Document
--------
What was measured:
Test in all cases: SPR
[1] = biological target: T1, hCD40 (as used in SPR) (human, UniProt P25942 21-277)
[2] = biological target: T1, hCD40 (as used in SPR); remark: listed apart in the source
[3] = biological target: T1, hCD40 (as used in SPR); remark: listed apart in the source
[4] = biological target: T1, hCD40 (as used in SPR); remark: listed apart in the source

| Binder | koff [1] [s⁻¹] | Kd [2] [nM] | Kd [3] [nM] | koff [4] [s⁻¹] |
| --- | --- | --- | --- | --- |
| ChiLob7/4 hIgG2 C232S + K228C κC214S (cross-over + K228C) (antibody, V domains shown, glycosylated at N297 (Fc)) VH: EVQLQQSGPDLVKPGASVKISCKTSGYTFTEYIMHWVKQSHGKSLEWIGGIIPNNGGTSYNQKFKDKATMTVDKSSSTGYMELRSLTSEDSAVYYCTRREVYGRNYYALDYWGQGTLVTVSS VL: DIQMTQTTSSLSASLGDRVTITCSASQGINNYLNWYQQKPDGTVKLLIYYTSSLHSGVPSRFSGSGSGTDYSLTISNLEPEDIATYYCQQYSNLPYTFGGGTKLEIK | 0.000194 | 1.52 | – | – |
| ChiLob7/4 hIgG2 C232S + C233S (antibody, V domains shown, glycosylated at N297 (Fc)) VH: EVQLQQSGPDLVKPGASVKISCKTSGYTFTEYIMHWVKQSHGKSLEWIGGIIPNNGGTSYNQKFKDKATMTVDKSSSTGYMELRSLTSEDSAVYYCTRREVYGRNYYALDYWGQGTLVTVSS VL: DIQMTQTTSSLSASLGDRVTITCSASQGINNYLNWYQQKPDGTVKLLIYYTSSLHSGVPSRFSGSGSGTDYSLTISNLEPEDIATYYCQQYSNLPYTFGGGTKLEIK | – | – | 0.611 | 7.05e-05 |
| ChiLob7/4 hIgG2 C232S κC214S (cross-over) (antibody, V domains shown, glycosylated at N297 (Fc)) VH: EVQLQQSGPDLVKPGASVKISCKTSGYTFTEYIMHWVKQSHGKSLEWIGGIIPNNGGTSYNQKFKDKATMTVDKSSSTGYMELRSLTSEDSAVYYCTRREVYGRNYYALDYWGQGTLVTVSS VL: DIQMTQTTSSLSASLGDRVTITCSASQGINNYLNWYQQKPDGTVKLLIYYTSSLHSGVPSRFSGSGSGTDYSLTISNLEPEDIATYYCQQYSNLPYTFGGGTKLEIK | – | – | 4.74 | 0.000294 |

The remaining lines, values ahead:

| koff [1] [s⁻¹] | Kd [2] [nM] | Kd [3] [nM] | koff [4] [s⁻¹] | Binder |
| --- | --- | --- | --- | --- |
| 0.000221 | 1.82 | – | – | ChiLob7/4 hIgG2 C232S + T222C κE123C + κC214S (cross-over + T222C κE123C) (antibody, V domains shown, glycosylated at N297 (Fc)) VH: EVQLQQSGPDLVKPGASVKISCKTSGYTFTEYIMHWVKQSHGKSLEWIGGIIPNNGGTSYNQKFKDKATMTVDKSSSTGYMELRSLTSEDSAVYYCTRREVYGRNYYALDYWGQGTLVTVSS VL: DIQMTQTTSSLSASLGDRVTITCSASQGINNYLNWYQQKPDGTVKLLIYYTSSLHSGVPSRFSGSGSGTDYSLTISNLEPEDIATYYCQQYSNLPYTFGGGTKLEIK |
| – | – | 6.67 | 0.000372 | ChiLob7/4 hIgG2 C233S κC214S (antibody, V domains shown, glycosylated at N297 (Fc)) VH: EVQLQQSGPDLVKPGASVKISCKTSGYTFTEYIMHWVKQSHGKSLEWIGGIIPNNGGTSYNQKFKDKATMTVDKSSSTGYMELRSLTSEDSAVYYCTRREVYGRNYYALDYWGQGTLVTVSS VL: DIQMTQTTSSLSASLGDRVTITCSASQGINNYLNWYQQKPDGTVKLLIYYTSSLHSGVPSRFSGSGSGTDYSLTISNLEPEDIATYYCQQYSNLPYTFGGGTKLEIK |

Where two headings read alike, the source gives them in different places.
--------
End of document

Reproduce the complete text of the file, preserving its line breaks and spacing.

What was measured:
Test in all cases: SPR
[1] = biological target: T1, hCD40 (as used in SPR) (human, UniProt P25942 21-277)
[2] = biological target: T1, hCD40 (as used in SPR); remark: listed apart in the source
[3] = biological target: T1, hCD40 (as used in SPR); remark: listed apart in the source
[4] = biological target: T1, hCD40 (as used in SPR); remark: listed apart in the source

| Binder | koff [1] [s⁻¹] | Kd [2] [nM] | Kd [3] [nM] | koff [4] [s⁻¹] |
| --- | --- | --- | --- | --- |
| ChiLob7/4 hIgG2 C232S + K228C κC214S (cross-over + K228C) (antibody, V domains shown, glycosylated at N297 (Fc)) VH: EVQLQQSGPDLVKPGASVKISCKTSGYTFTEYIMHWVKQSHGKSLEWIGGIIPNNGGTSYNQKFKDKATMTVDKSSSTGYMELRSLTSEDSAVYYCTRREVYGRNYYALDYWGQGTLVTVSS VL: DIQMTQTTSSLSASLGDRVTITCSASQGINNYLNWYQQKPDGTVKLLIYYTSSLHSGVPSRFSGSGSGTDYSLTISNLEPEDIATYYCQQYSNLPYTFGGGTKLEIK | 0.000194 | 1.52 | – | – |
| ChiLob7/4 hIgG2 C232S + C233S (antibody, V domains shown, glycosylated at N297 (Fc)) VH: EVQLQQSGPDLVKPGASVKISCKTSGYTFTEYIMHWVKQSHGKSLEWIGGIIPNNGGTSYNQKFKDKATMTVDKSSSTGYMELRSLTSEDSAVYYCTRREVYGRNYYALDYWGQGTLVTVSS VL: DIQMTQTTSSLSASLGDRVTITCSASQGINNYLNWYQQKPDGTVKLLIYYTSSLHSGVPSRFSGSGSGTDYSLTISNLEPEDIATYYCQQYSNLPYTFGGGTKLEIK | – | – | 0.611 | 7.05e-05 |
| ChiLob7/4 hIgG2 C232S κC214S (cross-over) (antibody, V domains shown, glycosylated at N297 (Fc)) VH: EVQLQQSGPDLVKPGASVKISCKTSGYTFTEYIMHWVKQSHGKSLEWIGGIIPNNGGTSYNQKFKDKATMTVDKSSSTGYMELRSLTSEDSAVYYCTRREVYGRNYYALDYWGQGTLVTVSS VL: DIQMTQTTSSLSASLGDRVTITCSASQGINNYLNWYQQKPDGTVKLLIYYTSSLHSGVPSRFSGSGSGTDYSLTISNLEPEDIATYYCQQYSNLPYTFGGGTKLEIK | – | – | 4.74 | 0.000294 |

The remaining lines, values ahead:

| koff [1] [s⁻¹] | Kd [2] [nM] | Kd [3] [nM] | koff [4] [s⁻¹] | Binder |
| --- | --- | --- | --- | --- |
| 0.000221 | 1.82 | – | – | ChiLob7/4 hIgG2 C232S + T222C κE123C + κC214S (cross-over + T222C κE123C) (antibody, V domains shown, glycosylated at N297 (Fc)) VH: EVQLQQSGPDLVKPGASVKISCKTSGYTFTEYIMHWVKQSHGKSLEWIGGIIPNNGGTSYNQKFKDKATMTVDKSSSTGYMELRSLTSEDSAVYYCTRREVYGRNYYALDYWGQGTLVTVSS VL: DIQMTQTTSSLSASLGDRVTITCSASQGINNYLNWYQQKPDGTVKLLIYYTSSLHSGVPSRFSGSGSGTDYSLTISNLEPEDIATYYCQQYSNLPYTFGGGTKLEIK |
| – | – | 6.67 | 0.000372 | ChiLob7/4 hIgG2 C233S κC214S (antibody, V domains shown, glycosylated at N297 (Fc)) VH: EVQLQQSGPDLVKPGASVKISCKTSGYTFTEYIMHWVKQSHGKSLEWIGGIIPNNGGTSYNQKFKDKATMTVDKSSSTGYMELRSLTSEDSAVYYCTRREVYGRNYYALDYWGQGTLVTVSS VL: DIQMTQTTSSLSASLGDRVTITCSASQGINNYLNWYQQKPDGTVKLLIYYTSSLHSGVPSRFSGSGSGTDYSLTISNLEPEDIATYYCQQYSNLPYTFGGGTKLEIK |

Where two headings read alike, the source gives them in different places.